Monymusk is a Scottish Country Dance. It was published by Preston in 1786 in RSCDS Book 11. It is a proper Triple Minor dance. St32
Monymusk is an estate in Aberdeenshire is Scotland.
Cracking Chestnuts says the tune was written by Daniel Dow and published in Thirty Seven New Reels and Strathspeys in 1776. Francis Werner set figures to the tune in his 8 Cotillions, 6 Favorite Contry Dances and two Minuets, with their proper Figures for the Harp, Harpsichord and Violin Book xvii for the year 1785. John Preston in 1786 published a different set of figures in 1786 and this version of the dance appears to be based on those.
Hugh Thurston in Scotland's Dances (1954) claims: "'Monymusk' is not a traditional Scottish dance. It was resurrected in 1934 (out of a book published in England in 1786) and there is no evidence that it was ever danced in Scotland before that date." (as quoted in Cracking Chestnuts)
The animation plays at 120 counts per minute normally, but the first time through the set the dance is slowed down so people can learn the moves more readily. Men are drawn as rectangles, women as ellipses. Each couple is drawn in its own color, however the border of each dancer indicates what role they currently play so the border color may change each time through the minor set.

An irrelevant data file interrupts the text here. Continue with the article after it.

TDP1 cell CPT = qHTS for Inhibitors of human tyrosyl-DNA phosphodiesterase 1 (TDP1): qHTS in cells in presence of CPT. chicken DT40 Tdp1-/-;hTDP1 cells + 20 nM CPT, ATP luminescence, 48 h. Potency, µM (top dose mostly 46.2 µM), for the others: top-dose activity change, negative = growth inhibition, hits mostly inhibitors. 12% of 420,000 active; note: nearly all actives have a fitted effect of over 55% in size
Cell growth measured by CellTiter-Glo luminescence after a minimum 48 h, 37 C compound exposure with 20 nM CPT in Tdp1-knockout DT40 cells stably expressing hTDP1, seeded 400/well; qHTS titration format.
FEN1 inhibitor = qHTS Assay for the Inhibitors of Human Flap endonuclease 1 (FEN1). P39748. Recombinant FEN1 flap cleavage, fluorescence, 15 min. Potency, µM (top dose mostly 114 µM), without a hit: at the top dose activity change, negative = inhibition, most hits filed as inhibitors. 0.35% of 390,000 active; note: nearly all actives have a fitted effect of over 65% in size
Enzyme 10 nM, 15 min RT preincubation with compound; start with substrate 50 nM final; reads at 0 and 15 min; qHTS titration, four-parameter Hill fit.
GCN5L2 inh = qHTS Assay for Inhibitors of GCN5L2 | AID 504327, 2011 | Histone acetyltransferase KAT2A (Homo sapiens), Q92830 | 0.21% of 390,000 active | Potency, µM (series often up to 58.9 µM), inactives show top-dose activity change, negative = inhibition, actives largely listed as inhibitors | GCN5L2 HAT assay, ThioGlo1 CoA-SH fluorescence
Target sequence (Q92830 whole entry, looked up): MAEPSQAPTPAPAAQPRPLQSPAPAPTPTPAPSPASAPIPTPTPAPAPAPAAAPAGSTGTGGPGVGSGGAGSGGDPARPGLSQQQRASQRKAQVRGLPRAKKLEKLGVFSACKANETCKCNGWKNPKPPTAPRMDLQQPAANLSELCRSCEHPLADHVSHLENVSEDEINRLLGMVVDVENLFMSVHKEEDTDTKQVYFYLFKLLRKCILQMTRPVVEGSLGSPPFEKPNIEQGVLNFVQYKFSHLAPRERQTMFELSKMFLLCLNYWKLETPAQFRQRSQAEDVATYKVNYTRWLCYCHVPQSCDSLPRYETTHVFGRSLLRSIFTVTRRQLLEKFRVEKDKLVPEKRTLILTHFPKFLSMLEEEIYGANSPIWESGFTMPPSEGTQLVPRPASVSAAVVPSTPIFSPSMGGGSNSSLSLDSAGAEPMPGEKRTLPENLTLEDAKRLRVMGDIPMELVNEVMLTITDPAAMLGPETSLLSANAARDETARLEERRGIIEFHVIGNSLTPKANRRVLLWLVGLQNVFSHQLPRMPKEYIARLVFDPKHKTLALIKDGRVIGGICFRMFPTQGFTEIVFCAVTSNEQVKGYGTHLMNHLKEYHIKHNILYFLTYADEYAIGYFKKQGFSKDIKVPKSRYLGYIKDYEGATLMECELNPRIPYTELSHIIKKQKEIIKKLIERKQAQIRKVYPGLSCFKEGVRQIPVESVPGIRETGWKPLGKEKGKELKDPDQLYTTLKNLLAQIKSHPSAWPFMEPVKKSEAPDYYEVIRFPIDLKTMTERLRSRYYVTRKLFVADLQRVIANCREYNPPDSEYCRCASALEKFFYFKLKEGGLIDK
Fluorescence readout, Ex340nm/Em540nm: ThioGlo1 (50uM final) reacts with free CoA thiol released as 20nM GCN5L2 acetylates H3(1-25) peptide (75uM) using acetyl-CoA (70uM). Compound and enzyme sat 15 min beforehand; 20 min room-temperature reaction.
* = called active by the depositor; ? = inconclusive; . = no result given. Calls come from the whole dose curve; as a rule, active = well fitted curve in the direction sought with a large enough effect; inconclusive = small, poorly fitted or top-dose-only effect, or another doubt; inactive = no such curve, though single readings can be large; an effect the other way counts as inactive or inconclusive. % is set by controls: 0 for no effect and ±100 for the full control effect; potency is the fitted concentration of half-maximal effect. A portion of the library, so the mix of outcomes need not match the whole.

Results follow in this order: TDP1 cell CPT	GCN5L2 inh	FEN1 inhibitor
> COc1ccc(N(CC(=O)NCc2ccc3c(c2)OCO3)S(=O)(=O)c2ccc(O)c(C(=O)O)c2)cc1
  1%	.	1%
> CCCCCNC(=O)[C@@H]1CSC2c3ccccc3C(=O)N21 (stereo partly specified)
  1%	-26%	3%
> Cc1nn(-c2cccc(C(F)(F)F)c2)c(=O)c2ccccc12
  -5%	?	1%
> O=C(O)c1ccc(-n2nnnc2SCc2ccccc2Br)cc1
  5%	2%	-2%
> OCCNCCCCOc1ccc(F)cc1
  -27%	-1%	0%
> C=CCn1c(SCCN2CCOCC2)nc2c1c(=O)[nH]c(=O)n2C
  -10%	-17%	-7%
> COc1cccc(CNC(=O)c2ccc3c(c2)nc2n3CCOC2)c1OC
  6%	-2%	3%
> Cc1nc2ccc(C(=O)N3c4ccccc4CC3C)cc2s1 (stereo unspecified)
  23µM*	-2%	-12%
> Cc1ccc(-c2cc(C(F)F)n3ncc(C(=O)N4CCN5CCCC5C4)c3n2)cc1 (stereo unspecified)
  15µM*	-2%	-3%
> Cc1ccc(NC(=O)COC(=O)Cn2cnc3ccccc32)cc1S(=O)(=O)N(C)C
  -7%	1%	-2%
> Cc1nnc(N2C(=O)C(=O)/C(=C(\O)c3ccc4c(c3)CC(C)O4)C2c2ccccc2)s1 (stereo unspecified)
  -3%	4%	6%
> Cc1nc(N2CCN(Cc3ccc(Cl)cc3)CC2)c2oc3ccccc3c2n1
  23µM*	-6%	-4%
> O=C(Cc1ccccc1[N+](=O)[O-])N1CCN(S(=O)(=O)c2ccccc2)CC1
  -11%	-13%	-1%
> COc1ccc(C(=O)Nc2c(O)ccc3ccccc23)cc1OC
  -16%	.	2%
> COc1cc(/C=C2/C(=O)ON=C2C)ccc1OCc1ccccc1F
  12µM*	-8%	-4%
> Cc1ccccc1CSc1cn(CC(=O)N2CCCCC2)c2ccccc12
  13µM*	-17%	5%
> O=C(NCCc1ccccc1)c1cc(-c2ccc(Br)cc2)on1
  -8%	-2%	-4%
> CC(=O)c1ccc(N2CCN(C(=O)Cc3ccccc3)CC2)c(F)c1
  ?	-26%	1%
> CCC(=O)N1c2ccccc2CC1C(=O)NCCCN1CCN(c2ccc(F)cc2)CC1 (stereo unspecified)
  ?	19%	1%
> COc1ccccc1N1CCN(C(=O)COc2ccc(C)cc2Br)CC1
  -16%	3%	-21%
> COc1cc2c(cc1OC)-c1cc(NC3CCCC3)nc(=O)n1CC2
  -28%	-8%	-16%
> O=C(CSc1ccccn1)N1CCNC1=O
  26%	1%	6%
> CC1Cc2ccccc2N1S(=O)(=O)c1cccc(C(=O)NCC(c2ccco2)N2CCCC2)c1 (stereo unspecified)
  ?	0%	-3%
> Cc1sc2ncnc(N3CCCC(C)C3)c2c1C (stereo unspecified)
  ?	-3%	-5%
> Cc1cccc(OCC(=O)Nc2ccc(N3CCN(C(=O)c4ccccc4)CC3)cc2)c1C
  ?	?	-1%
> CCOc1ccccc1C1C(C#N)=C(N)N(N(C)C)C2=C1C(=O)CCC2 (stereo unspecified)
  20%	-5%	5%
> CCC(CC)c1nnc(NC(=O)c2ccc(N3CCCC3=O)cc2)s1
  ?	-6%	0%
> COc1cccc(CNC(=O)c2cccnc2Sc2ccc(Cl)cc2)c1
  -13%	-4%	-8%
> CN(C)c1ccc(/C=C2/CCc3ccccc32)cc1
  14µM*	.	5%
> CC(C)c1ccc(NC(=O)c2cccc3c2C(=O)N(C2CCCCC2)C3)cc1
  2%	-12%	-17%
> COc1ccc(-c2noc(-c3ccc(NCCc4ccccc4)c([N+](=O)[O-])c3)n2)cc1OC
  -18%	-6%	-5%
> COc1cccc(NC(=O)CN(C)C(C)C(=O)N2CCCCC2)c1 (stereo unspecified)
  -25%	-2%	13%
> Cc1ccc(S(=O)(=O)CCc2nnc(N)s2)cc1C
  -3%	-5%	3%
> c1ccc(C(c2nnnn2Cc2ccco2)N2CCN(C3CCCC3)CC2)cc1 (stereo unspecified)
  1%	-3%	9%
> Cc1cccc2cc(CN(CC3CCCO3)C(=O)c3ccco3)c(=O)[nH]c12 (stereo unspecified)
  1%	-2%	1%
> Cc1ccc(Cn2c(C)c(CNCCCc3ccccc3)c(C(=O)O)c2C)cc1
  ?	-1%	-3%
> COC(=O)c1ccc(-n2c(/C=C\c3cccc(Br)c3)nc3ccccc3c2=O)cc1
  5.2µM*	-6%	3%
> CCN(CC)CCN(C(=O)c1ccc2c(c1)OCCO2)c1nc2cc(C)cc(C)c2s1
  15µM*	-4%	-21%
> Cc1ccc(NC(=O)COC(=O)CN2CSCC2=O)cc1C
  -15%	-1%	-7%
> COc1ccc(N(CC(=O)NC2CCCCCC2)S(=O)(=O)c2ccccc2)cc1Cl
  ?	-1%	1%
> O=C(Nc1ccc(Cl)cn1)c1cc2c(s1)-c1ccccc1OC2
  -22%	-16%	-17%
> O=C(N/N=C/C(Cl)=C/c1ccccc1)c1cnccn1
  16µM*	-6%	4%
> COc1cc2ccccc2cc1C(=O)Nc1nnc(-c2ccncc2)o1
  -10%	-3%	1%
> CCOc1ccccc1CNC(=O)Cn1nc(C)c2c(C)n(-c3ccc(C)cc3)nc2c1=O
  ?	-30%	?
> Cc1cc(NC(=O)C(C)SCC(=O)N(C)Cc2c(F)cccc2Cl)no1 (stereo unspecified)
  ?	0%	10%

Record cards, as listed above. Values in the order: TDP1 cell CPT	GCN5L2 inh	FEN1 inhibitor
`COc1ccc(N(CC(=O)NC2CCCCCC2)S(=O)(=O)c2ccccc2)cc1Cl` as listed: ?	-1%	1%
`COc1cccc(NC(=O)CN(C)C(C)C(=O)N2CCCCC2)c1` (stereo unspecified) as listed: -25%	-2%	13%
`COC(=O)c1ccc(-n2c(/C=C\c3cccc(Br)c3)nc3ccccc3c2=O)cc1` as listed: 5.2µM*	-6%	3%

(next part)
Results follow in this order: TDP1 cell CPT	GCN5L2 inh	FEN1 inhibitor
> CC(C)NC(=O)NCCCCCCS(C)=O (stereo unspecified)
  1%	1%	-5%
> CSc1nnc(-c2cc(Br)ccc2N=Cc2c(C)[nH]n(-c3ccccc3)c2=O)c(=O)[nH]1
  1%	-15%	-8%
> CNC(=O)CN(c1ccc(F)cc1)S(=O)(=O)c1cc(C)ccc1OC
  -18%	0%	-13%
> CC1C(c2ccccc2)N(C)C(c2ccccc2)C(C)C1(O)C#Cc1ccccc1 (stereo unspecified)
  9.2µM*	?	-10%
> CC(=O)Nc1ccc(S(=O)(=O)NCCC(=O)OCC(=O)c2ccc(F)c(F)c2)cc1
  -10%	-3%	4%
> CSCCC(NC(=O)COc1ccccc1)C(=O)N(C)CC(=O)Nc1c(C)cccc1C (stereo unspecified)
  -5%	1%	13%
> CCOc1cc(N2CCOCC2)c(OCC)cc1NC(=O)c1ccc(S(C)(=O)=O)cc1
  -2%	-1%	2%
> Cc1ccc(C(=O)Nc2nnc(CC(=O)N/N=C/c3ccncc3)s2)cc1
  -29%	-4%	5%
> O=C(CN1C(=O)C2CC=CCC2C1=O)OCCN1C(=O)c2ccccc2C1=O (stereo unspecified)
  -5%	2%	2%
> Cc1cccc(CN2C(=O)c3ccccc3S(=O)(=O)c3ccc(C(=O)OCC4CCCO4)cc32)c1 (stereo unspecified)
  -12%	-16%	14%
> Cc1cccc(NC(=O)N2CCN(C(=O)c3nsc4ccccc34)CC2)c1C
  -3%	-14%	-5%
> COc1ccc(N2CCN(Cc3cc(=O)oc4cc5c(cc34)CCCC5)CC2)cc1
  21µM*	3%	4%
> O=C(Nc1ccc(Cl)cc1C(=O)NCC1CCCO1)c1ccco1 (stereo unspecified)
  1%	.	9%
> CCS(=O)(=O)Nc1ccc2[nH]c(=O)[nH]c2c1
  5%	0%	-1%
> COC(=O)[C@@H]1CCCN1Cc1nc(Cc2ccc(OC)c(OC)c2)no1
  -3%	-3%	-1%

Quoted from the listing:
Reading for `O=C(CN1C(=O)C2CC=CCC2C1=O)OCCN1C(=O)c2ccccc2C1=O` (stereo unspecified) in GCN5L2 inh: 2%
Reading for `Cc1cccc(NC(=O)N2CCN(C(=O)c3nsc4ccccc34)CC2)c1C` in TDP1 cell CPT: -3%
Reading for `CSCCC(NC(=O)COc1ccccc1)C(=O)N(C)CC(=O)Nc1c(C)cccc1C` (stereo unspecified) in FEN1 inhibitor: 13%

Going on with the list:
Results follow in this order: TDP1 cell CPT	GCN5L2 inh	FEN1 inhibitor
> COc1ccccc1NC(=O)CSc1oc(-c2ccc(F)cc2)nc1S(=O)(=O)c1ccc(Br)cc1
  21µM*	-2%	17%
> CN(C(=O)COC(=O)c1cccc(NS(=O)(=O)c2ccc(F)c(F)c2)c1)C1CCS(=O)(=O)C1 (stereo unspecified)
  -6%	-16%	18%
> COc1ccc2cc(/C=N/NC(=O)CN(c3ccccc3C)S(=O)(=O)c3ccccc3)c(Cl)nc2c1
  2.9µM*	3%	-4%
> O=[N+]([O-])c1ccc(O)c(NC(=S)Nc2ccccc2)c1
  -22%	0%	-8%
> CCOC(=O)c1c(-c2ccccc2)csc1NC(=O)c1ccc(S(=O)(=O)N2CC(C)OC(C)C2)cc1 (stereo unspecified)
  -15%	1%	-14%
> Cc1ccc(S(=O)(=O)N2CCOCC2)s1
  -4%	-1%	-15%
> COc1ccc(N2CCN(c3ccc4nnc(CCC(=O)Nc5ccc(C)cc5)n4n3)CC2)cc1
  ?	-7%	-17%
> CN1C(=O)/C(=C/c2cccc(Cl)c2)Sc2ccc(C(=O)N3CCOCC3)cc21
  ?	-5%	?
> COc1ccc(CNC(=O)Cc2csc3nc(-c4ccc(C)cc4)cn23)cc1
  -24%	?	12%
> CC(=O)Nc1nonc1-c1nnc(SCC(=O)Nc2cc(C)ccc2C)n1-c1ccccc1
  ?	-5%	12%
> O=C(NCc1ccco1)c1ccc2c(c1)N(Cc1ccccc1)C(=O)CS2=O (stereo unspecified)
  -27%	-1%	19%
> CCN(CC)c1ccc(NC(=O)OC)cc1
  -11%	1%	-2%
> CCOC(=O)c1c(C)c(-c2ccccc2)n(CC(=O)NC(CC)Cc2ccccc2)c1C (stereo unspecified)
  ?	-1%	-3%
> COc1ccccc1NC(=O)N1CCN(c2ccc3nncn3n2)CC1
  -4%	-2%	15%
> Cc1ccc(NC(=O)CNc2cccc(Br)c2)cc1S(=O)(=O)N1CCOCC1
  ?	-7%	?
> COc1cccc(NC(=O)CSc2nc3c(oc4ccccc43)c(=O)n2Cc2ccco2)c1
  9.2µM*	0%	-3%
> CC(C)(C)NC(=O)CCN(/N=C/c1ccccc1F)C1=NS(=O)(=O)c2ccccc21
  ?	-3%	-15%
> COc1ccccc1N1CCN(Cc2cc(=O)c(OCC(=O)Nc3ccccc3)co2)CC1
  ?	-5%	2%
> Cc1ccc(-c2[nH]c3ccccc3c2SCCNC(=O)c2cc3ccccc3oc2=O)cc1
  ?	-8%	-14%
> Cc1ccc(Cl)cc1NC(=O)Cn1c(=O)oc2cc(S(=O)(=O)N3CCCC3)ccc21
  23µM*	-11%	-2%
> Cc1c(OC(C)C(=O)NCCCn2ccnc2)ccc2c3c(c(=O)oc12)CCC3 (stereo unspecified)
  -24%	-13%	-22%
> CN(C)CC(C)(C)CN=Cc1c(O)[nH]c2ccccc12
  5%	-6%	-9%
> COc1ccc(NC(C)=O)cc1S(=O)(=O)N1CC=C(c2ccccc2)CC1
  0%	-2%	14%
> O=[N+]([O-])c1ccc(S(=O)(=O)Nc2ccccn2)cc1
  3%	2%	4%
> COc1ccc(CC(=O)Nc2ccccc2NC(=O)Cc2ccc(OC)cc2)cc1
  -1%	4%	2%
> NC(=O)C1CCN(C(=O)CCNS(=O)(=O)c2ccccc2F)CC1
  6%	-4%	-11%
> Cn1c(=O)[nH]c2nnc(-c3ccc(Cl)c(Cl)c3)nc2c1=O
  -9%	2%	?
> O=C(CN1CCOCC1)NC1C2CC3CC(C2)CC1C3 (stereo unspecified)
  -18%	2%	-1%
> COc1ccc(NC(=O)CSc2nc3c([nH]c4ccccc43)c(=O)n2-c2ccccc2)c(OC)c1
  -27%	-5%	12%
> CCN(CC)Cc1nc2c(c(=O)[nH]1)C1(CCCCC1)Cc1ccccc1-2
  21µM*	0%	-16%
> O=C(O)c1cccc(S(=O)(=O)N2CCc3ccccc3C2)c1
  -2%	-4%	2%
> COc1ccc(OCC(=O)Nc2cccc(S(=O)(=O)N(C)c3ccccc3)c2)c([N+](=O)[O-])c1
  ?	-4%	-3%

An online description of the dance may be found here.
The dance contains the following figures: hand turn (allemande), set, circle, cast, hey, petronella (and probably others).
If you find what you believe to be a mistake in this animation, please leave a comment on youtube explaining what you believe to be wrong. If I agree with you I shall do my best to fix it.
The dance itself is out of copyright, and is in the public domain. The interpretation is copyright © 1934 by . My visualization of this dance is copyright © 2020 by George W. Williams V and is released under a Creative Commons Attribution 4.0 International License.
This website is copyright © 2021 by George W. Williams V
My work is licensed under a Creative Commons Attribution 4.0 International License. Most of the dances have more restrictive licensing, see my notes on copyright, the individual dance pages should mention when some rights are waived.